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Review of bulk billing consent requirement flagged


Jolyon Attwooll


14/12/2022 4:48:59 PM

DoH is looking into ‘assignment of benefit’ requirement for bulk billing, with the arrangement under the spotlight due to telehealth.

GP in telehealth consult
The widespread use of telehealth ushered in changes to the assignment of benefit requirement.

The Department of Health and Aged Care (DoH) has confirmed it is reviewing the need for GPs to seek patient consent to bulk bill.
 
The Services Australia website currently states that GPs shortly will no longer be allowed to seek verbal consent to bulk bill their patients from the end of this year. If applied, it would mean GPs following bureaucratic protocol need to seek permission to bulk bill in writing or via email for a telehealth consultation.
 
However, following an inquiry from newsGP, the DoH acknowledged that with telehealth now a permanent healthcare fixture ‘an ongoing solution to assignment of benefit is required’.
 
The option for verbal consent, introduced with widespread telehealth in the early months of the pandemic, was a temporary measure set to be withdrawn on 31 December according to Services Australia.
 
‘The department is investigating options that are suitable for permanent telehealth services,’ a DoH spokesperson told newsGP.
 
‘Whilst this is being pursued, the Department of Health and Aged Care will extend current arrangements as a temporary measure, with updates to relevant online information forthcoming.
 
‘Further, as is always the case, practitioners must have appropriate records in support of their billing.’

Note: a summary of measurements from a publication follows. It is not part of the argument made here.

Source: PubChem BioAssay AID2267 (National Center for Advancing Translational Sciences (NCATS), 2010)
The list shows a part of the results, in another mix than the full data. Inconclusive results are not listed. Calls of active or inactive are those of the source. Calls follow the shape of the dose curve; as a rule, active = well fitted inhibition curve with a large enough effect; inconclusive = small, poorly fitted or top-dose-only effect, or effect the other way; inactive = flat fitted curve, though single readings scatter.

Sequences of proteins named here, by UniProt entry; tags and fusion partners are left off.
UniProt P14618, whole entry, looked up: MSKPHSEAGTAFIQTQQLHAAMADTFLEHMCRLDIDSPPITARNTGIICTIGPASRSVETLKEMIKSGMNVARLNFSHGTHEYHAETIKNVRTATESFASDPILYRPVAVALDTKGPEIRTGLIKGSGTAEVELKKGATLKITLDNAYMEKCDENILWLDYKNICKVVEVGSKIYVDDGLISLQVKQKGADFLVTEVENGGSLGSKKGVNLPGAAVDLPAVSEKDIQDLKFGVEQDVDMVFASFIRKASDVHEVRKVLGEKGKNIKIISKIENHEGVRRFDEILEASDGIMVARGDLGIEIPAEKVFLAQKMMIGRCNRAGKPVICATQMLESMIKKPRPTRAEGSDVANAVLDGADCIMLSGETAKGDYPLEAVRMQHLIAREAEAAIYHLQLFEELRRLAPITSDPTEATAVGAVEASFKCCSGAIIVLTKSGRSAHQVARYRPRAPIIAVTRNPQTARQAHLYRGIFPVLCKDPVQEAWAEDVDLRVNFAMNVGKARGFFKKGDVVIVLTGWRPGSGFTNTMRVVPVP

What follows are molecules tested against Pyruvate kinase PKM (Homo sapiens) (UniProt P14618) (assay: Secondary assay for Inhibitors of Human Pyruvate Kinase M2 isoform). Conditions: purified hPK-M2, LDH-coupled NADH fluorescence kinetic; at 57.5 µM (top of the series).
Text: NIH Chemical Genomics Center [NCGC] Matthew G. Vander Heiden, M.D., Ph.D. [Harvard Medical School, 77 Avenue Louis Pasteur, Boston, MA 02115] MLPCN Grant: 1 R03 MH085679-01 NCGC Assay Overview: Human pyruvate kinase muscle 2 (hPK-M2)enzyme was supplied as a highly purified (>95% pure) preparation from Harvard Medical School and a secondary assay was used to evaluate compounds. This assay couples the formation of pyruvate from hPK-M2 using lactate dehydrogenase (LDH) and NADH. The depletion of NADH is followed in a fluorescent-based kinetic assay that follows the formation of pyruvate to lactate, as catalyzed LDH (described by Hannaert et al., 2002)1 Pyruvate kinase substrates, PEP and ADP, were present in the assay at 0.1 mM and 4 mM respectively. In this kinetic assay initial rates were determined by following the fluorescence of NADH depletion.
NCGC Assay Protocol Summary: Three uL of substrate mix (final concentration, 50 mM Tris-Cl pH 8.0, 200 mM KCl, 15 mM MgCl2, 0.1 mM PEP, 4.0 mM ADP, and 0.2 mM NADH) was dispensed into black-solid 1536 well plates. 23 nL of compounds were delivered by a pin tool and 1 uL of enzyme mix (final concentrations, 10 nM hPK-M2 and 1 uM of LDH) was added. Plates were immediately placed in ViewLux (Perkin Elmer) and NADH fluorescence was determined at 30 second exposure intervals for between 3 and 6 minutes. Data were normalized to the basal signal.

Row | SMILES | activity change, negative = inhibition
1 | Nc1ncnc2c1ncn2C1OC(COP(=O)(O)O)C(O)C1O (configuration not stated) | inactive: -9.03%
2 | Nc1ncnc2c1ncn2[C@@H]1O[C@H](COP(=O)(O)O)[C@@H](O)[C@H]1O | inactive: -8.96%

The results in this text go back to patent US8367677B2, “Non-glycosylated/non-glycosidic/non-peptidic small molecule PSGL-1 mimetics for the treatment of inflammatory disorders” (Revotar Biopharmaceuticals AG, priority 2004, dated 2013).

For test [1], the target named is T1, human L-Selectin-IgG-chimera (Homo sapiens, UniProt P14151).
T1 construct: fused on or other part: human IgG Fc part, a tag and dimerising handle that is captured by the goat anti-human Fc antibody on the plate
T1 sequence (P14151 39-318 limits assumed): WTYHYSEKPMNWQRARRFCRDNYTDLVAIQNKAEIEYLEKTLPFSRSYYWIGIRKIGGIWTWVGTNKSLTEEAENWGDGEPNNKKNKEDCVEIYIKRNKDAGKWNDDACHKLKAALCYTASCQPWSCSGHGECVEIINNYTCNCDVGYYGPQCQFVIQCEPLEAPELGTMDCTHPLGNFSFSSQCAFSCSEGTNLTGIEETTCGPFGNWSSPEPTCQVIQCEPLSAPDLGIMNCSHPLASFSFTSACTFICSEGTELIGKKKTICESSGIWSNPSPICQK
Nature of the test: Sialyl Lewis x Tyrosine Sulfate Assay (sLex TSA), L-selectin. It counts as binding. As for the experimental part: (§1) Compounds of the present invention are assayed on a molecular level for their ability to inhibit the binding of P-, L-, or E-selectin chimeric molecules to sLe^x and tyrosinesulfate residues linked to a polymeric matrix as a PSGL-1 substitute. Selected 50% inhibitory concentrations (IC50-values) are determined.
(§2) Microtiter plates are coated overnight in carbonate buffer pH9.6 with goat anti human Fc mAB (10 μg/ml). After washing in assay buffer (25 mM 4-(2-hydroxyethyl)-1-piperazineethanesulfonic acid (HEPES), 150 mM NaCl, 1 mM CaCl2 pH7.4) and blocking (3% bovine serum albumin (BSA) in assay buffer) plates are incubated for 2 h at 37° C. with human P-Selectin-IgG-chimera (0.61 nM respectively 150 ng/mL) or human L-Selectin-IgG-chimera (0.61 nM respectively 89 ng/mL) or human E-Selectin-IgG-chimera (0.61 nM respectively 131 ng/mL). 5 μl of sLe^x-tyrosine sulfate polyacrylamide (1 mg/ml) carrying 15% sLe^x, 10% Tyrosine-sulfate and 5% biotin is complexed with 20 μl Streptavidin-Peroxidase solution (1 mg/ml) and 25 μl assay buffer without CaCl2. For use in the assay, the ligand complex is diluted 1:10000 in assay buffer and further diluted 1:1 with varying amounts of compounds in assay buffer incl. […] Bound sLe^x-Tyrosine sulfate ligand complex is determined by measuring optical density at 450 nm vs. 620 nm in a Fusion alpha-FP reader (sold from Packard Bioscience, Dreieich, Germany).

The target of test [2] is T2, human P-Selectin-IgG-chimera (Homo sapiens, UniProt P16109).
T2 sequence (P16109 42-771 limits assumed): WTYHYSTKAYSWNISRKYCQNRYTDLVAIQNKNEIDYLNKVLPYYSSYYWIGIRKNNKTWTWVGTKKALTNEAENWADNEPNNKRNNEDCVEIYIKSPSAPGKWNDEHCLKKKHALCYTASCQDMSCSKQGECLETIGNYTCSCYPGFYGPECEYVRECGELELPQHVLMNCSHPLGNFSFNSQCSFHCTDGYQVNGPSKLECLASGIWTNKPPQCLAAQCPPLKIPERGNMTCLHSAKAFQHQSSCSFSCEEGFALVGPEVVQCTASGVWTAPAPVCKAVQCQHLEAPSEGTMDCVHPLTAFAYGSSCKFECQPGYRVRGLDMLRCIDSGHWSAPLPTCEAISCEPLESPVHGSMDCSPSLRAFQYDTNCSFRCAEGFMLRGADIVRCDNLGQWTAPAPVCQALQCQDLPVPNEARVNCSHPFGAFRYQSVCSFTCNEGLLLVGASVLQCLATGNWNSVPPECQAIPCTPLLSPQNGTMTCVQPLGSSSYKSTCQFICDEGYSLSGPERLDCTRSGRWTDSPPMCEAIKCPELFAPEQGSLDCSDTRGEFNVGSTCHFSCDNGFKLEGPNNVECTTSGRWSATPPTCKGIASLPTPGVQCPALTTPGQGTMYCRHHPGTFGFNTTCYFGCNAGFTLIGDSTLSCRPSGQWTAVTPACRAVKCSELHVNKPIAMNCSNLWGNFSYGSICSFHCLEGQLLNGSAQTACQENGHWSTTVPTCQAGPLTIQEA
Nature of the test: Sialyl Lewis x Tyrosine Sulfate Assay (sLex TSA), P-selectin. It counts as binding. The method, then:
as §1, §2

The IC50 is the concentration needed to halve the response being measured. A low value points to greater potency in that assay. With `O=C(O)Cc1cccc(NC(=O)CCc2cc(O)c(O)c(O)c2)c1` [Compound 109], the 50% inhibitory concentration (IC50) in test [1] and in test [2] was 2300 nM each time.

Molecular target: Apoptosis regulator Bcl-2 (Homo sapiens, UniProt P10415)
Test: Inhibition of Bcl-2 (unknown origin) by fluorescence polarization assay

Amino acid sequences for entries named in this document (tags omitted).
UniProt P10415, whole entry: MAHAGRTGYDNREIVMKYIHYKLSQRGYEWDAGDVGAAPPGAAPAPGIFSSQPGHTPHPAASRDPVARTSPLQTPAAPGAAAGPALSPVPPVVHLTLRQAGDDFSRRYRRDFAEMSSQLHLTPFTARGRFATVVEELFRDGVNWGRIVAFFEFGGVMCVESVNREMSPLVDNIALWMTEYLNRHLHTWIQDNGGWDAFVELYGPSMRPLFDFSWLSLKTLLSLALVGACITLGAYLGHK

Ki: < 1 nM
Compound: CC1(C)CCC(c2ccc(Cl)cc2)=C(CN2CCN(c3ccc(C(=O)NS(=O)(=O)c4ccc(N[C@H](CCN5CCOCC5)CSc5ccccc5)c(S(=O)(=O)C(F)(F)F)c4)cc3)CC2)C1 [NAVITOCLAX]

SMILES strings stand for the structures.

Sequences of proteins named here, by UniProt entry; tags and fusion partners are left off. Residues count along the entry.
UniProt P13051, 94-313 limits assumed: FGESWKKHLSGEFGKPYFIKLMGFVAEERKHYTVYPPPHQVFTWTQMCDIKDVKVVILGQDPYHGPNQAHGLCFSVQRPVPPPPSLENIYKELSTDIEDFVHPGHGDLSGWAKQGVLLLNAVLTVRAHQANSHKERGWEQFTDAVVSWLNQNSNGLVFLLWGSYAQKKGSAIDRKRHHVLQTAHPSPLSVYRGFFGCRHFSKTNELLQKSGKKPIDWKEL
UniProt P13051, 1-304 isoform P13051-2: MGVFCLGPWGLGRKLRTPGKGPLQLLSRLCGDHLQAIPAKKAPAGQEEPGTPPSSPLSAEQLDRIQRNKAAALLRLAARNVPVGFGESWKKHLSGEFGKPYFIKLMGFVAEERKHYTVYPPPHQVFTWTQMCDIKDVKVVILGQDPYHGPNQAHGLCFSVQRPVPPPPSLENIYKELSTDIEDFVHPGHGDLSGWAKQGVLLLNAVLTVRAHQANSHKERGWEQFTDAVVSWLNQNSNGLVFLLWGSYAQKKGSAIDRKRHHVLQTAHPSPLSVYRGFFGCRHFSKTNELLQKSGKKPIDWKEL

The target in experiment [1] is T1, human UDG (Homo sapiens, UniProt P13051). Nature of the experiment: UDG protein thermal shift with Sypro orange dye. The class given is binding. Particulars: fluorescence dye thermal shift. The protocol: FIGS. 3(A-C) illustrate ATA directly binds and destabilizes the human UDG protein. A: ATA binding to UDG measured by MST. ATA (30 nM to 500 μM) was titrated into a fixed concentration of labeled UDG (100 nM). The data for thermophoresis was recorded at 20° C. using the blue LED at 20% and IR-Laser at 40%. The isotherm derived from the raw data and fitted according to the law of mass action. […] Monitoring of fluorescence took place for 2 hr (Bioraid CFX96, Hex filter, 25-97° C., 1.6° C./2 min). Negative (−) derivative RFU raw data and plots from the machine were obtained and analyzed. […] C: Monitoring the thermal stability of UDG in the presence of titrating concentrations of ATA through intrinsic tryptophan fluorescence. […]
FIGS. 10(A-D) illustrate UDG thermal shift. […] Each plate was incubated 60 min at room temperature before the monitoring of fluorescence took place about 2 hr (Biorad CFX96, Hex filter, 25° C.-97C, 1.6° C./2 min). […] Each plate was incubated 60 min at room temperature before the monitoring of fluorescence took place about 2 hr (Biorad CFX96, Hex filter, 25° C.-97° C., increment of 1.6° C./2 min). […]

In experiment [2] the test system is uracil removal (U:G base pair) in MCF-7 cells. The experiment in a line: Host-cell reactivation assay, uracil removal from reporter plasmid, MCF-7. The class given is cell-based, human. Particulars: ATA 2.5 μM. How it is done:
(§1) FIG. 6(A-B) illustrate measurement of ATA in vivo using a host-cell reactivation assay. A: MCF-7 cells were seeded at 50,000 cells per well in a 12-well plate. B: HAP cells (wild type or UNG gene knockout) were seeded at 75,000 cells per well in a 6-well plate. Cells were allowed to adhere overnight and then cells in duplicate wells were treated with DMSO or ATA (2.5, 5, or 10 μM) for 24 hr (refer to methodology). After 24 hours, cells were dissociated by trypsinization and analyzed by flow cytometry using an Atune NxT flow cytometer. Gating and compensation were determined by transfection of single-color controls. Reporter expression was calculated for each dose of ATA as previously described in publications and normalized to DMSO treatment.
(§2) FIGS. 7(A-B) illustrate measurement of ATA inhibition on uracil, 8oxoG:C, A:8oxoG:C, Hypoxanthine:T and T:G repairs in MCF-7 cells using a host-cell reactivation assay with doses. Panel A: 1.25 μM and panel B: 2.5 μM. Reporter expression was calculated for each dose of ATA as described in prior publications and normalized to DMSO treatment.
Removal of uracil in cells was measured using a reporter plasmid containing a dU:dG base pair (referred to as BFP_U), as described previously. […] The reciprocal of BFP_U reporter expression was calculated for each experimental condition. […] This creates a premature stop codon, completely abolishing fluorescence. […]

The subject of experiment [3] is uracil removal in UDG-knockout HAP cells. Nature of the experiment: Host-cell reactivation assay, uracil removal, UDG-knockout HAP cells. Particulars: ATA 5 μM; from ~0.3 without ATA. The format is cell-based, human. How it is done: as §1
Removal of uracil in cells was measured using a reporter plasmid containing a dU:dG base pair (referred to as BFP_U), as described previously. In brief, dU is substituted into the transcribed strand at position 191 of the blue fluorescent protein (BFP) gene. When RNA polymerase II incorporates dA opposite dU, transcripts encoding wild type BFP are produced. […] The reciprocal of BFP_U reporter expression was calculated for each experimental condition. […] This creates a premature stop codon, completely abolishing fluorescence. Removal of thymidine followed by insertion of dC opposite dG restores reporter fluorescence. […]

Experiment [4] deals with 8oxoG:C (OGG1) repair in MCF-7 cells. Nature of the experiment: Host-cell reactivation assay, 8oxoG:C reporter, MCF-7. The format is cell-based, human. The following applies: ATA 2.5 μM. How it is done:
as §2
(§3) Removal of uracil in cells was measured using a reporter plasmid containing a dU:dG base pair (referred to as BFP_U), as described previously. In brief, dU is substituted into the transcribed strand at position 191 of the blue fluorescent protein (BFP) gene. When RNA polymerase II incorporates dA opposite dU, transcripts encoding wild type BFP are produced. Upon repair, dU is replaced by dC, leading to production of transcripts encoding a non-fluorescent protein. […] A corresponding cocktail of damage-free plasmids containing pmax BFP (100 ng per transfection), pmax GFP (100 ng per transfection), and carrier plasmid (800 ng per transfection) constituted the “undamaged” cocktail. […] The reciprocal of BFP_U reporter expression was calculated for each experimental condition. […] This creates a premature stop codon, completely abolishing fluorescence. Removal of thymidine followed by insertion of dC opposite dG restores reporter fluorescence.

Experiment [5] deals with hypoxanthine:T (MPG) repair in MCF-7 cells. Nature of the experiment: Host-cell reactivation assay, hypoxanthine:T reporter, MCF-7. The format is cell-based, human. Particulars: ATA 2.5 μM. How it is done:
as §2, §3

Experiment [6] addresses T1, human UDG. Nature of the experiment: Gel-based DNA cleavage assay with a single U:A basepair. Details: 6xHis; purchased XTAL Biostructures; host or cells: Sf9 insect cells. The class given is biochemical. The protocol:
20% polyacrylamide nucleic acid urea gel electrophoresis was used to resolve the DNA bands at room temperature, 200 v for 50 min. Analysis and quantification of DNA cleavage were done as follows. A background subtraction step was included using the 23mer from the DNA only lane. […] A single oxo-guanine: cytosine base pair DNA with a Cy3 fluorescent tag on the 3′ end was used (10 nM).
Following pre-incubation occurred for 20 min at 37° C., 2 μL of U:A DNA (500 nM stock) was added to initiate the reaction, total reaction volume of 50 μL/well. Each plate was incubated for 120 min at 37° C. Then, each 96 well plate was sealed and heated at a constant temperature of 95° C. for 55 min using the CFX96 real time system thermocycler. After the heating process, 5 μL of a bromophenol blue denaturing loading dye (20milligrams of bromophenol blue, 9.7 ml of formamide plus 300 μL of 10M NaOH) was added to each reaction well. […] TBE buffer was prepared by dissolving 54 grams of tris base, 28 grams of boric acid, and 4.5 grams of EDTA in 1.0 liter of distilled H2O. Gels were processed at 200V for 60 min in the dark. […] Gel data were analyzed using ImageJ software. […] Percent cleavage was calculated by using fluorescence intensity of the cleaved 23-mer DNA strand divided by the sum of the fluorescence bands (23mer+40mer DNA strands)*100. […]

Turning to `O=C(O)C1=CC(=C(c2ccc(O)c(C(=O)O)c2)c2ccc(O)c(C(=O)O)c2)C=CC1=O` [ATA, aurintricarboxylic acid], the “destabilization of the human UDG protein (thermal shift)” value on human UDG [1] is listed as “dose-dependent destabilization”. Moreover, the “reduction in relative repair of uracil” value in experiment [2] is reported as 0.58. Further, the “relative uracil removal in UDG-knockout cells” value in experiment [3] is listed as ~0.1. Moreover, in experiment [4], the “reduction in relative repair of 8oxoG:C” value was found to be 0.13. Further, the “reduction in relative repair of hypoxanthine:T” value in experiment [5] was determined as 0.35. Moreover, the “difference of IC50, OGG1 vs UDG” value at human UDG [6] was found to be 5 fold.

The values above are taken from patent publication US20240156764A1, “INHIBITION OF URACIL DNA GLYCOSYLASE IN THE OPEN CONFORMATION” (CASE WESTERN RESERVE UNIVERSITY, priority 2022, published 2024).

The impending change was not on the radar of many GPs, but some of those who had noticed expressed strong concerns about the implications.
 
Among them is Dr Tim Senior, a GP who works in an NSW-based Aboriginal Medical Service, who raised the issue on social media.
 


He told newsGP that if the arrangements reverted to pre-pandemic settings, they could stop bulk billed telehealth ‘in its tracks’ and points out that some of his patients do not have readily accessible email accounts.
 
‘If we have to get consent each time we’re having a telehealth consultation in order to bulk bill it, I just don’t see how we’re able to do that, particularly for patients with COVID who can’t come in,’ Dr Senior said.
 
‘Adding that bit of extra bureaucratic grit into the system just makes it harder to provide bulk billing care for people who may not be able to afford it.’
 
The previously planned change would also have come at a time when bulk billing levels have dropped substantially, with the latest quarterly statistics revealing a rate of just 83.4%, compared to 88.8% in 2020–21.
 
Dr Emil Djakic, a member of RACGP Expert Committee – Funding and Health System Reform (REC–FHSR), said the ‘assignment of benefit’ requirement is a legacy of an outdated system.
 
‘What it represents is the fact that this is a system that’s now approaching 50 years of age and yet again, we’re seeing people twist and retro-engineer something which is designed around paper-based systems,’ he told newsGP.